3. Decision-making maps to the discipline of decision management. Rule engines, optimization tools, and other kinds of prescriptive analytics (when applied in real time) are used to make better, faster, and more-repeatable decisions at less cost when the environment indicates. Many decisions can be ‘pre-loaded’ and anticipated.

4. Action maps to the business process management (BPM) discipline. It may lead to the use of BPM technology, such as workflow or process orchestration engines, at run time to control the flow of work and trigger the execution of human or automated activities at the right time.

Leading-edge businesses benefit from executive management strength and increasingly powerful analytics software in each of these areas. The pressures of mobile, social, and big data make the situation urgent for the rest.

The power of the debrief

Deitz goes on to explain that there is a key additional contributor to of success that is key to Afterburner’s version of the OODA Loop. It is called the “Flawless Execution cycle” and involves four steps: plan, brief, execute, and debrief.

Deitz says, “As disruptive as the OODA Loop is, what the modern day executive can do to boost his [or her] performance greatly is to add a nameless, rank-less debrief. It can be the most effective and disruptive tool they have.”

Today’s fighter pilots rely heavily on the ability to review every mission as peers, without assigning blame, as a way to very quickly improve performance and minimize avoidable mistakes. In today’s corporate world, cloud, Software as a Service and other techniques give us a lower cost of experimentation than ever. That also gives us the ability to ‘fail fast’ and pivot when necessary. But trying and failing requires an honesty that many organizations struggle to find. Making cycles of attempt and failure happen quickly is also a new way of thinking that benefits greatly from the fighter pilot’s relentless debriefing culture.

Deitz emphasizes his point with this additional comment: “90 percent of the businesses out there have neither the processes in place nor the proper culture to debrief. Do you want to accelerate your version of the OODA loop to supersonic performance? Create the culture and processes to put that knowledge capture back into your next mission at Mach speed.”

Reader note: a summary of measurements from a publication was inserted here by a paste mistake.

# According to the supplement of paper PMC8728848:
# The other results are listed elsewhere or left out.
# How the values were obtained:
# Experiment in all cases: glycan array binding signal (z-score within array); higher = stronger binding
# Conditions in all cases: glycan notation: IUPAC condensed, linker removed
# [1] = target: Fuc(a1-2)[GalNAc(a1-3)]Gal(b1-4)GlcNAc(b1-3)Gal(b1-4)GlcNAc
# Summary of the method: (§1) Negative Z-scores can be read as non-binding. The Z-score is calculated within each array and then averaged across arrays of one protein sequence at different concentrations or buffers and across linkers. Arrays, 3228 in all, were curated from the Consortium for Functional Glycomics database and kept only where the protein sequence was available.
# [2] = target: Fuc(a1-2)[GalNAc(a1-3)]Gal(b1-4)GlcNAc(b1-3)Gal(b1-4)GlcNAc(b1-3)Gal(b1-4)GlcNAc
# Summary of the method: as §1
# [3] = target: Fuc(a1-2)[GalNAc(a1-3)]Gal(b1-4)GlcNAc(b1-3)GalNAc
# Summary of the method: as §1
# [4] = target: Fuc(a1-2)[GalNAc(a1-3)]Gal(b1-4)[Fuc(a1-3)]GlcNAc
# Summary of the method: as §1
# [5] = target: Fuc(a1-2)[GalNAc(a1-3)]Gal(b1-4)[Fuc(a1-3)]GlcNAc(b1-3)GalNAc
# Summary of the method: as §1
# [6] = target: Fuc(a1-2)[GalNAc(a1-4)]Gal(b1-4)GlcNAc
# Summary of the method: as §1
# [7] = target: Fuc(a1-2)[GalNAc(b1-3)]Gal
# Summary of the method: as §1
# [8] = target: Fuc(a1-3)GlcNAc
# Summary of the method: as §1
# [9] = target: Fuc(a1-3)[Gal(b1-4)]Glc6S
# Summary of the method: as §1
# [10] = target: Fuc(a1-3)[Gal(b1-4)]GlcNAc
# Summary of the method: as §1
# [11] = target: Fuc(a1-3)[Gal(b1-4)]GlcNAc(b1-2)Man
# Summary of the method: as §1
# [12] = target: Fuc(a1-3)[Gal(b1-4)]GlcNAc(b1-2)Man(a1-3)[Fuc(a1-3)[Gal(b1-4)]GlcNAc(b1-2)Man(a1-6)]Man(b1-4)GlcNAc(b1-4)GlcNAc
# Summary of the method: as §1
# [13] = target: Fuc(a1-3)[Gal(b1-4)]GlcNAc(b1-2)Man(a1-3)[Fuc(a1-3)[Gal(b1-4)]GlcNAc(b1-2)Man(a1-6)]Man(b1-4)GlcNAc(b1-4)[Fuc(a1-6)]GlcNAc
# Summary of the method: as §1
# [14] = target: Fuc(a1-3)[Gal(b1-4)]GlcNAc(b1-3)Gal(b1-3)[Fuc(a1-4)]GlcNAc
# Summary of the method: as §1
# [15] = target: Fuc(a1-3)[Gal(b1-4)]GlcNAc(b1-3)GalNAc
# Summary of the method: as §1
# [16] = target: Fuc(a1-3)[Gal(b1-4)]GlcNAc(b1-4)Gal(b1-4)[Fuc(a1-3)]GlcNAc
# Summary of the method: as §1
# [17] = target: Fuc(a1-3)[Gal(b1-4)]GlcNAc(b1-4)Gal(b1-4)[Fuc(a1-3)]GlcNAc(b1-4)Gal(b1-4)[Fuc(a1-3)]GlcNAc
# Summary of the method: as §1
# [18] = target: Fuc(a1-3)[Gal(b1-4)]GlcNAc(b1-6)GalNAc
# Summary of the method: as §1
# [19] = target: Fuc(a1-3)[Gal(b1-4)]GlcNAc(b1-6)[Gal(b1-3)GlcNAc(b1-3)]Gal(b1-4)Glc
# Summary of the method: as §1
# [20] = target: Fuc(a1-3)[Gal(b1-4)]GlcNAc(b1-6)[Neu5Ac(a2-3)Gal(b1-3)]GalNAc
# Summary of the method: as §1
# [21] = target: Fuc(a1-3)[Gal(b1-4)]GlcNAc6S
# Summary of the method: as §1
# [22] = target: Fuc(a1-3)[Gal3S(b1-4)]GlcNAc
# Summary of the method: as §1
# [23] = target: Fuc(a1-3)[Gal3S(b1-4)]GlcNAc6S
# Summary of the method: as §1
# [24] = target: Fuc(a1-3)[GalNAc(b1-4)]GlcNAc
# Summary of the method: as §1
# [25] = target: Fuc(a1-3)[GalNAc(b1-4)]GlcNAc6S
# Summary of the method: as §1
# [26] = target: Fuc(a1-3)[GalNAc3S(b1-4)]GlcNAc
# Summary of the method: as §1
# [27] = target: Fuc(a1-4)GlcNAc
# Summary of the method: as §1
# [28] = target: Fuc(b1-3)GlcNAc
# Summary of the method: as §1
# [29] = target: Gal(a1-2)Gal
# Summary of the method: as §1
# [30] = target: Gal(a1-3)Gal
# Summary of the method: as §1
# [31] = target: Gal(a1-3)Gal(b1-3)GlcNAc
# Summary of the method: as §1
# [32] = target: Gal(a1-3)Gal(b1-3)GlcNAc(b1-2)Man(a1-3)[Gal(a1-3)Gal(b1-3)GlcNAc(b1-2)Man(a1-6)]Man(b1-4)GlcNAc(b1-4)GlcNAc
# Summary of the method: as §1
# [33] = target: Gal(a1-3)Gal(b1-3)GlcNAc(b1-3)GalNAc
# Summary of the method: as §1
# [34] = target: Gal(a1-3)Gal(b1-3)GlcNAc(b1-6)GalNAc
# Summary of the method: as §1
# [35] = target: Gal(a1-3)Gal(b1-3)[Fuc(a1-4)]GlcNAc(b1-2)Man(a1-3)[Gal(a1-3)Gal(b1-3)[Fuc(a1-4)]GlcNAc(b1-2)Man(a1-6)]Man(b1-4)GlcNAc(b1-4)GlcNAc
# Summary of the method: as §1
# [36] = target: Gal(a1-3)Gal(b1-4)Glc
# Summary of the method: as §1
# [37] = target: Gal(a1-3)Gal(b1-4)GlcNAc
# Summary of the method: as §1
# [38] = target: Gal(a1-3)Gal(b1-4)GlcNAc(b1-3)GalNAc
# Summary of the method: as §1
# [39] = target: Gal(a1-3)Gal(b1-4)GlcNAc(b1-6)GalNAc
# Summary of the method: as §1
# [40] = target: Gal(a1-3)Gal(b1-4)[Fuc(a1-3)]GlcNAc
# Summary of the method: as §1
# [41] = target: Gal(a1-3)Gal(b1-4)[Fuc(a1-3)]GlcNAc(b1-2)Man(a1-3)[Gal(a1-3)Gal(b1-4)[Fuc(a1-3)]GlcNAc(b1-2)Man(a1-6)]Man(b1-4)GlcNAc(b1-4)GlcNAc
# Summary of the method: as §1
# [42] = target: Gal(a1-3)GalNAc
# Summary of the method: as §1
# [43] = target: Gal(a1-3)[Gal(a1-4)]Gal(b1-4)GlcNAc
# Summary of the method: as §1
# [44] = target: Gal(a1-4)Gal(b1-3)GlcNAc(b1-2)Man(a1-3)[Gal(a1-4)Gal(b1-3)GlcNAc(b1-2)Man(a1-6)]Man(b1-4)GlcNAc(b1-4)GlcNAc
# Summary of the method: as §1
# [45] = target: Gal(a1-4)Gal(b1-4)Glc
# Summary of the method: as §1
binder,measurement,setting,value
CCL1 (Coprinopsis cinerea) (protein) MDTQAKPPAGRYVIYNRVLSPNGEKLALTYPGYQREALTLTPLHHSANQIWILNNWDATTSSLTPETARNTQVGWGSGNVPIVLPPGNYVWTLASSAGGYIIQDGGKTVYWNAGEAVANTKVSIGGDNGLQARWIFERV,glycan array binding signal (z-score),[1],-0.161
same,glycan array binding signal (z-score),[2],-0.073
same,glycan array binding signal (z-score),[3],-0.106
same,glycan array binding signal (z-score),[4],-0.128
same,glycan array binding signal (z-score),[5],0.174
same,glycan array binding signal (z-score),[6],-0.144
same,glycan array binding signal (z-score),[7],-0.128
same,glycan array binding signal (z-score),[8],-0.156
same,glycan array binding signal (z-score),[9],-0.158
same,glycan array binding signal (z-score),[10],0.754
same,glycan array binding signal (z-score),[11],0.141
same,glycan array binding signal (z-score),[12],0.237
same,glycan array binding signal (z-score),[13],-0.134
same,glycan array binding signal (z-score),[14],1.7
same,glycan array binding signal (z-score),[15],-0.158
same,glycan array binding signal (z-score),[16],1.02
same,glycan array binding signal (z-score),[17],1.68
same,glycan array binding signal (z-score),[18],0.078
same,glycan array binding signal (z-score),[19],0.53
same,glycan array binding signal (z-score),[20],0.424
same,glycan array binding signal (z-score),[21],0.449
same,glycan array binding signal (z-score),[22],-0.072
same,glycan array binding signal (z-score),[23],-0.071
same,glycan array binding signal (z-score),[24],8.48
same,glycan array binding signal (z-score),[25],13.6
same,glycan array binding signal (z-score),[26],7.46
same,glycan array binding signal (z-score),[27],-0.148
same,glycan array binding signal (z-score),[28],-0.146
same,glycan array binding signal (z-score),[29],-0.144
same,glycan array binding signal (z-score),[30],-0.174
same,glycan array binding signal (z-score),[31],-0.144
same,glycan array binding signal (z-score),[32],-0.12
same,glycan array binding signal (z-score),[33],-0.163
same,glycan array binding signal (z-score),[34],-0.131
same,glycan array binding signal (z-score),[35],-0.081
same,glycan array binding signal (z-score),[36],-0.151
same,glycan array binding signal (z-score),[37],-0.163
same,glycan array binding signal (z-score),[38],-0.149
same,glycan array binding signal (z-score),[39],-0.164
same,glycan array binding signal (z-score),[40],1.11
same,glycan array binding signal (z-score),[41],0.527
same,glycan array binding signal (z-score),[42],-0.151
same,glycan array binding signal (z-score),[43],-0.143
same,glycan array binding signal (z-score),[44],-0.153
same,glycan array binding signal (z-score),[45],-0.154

Replacing the Industrial Age

Disruption isn’t just a phase we’re going through. Disruption replaces the industrial concepts of the 1800s and 1900s with faster cycles of change coming with lower levels of investment and risk. The nimble business — behaving as an innovation lab, operating in tight iterations, and striving to be faster than the adversary — replaces the traditional factory.

The executive’s role is crucial because he or she creates and sustains a culture that allows nameless, rank-less debrief. That has to come from the top. But the people executing the OODA loops in business — the pilots — are mostly managers, supervisors, and individual contributors in operations departments.

The OODA loop depends on four kinds of mental (and sometimes software) models:

  • Models of what facts are relevant and what to look for (observe),
  • what they mean in context (orientation),
  • what to do about them (decide), and
  • how to execute the response (act). 

Managers then

  • develop those mental models (plan),
  • communicate them (brief),
  • carry them out (using OODA loops in the execution phase), and then
  • revise and improve them (debrief) in the larger cycle.

Those who see disruption as their advantage and understand the twin values of the OODA Loop and debriefing will occupy the mythical place held by people like Steve Jobs and Bill Gates.

Chris TaylorChris Taylor flew for the US Navy before finding a home in hands-on technology 17 years ago, first with Perot Systems, Accenture, and ILOG (now IBM) before becoming a marketing executive with TIBCO Software.  He lives in Southern California, often speaks on technology at tech conferences and events, and manages SuccessfulWorkplace.com, “A place for new ideas in a fast-changing world.” He can be found at @FindChrisTaylor.

Fighter jet image: Wikimedia Commons